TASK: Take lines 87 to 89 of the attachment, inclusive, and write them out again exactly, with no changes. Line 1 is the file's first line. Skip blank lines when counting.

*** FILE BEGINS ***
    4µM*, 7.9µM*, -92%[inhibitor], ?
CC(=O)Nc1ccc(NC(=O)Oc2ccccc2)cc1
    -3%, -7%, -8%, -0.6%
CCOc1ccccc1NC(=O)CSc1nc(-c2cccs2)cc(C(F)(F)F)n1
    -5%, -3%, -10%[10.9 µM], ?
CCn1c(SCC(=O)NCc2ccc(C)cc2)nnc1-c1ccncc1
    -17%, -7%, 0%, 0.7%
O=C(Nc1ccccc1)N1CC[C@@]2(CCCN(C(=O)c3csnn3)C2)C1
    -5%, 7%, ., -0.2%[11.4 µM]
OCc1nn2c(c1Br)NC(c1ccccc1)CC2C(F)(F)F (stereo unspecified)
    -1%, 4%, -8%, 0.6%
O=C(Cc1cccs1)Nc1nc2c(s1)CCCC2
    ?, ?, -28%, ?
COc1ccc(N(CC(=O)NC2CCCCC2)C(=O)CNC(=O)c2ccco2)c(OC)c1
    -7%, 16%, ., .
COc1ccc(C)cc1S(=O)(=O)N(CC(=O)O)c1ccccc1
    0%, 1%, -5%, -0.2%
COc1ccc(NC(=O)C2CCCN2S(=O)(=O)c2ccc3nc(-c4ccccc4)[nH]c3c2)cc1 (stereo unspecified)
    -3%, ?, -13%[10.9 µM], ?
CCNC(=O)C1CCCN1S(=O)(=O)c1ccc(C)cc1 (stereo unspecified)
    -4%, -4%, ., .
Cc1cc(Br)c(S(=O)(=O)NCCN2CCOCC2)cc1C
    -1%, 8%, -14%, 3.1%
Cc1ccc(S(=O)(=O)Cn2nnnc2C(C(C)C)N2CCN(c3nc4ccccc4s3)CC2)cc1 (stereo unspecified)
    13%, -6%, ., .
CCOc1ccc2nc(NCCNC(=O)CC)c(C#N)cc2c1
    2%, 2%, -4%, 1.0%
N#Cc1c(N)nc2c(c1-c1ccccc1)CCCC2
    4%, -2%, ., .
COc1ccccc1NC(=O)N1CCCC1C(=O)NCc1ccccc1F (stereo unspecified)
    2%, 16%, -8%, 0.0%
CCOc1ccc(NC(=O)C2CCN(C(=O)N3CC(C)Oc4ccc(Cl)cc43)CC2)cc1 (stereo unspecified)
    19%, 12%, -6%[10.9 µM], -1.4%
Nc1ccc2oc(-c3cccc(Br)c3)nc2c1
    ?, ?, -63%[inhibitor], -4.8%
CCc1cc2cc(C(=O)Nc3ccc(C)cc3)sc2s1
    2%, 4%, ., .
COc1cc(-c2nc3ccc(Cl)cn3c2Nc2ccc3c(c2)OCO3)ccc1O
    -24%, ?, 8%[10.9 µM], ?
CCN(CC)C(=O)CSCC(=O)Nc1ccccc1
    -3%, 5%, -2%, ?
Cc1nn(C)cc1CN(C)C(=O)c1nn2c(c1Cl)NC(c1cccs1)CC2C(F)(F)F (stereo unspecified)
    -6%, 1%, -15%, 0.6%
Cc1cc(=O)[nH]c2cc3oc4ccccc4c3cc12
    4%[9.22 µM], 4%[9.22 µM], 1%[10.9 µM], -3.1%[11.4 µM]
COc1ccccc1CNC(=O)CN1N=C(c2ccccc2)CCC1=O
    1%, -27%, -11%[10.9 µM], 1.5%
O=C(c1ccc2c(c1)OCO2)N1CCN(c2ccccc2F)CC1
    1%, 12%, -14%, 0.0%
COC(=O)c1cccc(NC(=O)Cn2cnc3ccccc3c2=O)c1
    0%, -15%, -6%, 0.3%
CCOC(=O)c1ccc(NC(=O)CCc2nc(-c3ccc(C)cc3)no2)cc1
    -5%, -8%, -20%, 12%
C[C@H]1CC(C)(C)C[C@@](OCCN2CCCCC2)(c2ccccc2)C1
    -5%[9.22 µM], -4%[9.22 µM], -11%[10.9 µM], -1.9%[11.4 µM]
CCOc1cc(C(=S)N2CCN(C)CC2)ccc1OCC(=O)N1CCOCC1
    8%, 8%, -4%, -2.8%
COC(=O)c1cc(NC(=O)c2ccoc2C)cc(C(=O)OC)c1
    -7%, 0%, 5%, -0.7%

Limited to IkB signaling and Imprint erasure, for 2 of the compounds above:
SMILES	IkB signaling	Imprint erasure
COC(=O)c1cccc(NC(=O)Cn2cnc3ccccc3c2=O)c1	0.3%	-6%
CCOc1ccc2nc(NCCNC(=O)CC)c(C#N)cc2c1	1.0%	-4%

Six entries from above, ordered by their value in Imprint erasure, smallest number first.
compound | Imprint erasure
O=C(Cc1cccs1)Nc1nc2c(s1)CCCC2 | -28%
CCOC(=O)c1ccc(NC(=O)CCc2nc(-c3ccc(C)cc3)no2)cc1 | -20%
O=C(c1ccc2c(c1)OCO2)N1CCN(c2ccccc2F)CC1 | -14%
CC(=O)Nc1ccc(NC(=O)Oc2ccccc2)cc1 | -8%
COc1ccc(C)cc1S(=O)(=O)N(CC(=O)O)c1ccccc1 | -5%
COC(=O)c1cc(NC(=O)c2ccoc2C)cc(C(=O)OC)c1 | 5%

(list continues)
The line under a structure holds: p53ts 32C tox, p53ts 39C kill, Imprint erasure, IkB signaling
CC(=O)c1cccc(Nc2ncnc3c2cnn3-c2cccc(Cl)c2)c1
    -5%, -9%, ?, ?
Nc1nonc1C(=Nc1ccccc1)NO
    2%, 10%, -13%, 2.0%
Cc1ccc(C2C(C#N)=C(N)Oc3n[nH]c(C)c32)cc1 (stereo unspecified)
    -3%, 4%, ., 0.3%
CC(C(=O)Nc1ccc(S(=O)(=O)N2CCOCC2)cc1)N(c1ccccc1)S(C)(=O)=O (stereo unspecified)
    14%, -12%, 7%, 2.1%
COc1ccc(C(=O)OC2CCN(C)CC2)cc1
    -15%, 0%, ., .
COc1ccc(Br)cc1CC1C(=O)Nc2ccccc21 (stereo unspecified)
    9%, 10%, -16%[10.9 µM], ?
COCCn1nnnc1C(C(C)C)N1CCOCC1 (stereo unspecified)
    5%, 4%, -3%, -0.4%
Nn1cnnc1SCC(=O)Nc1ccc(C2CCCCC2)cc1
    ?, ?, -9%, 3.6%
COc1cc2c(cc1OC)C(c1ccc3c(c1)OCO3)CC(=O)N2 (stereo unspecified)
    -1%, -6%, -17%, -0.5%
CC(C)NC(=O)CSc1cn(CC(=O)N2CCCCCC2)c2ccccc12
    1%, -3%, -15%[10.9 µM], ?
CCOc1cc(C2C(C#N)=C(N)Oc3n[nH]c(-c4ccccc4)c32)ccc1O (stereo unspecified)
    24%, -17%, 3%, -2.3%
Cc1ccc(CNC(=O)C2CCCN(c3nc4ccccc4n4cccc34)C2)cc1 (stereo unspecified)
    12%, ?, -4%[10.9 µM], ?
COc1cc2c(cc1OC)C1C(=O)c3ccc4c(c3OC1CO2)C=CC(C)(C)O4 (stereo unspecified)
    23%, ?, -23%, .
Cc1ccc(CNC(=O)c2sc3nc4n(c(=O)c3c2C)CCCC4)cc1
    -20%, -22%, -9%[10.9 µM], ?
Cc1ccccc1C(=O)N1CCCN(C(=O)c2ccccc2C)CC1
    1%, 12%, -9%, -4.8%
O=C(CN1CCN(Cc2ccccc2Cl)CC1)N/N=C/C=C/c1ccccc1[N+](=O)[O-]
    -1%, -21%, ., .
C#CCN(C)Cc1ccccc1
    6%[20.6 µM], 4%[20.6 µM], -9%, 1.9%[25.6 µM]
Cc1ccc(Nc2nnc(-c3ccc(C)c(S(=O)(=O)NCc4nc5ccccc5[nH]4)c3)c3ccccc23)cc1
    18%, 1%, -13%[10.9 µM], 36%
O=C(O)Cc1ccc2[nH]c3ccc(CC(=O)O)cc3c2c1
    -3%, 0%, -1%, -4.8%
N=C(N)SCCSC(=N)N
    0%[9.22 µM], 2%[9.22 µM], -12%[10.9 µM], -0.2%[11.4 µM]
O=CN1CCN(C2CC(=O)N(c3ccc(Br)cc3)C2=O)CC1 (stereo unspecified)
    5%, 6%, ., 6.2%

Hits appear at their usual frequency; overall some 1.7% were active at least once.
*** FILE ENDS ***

    5%, 4%, -3%, -0.4%
Nn1cnnc1SCC(=O)Nc1ccc(C2CCCCC2)cc1
    ?, ?, -9%, 3.6%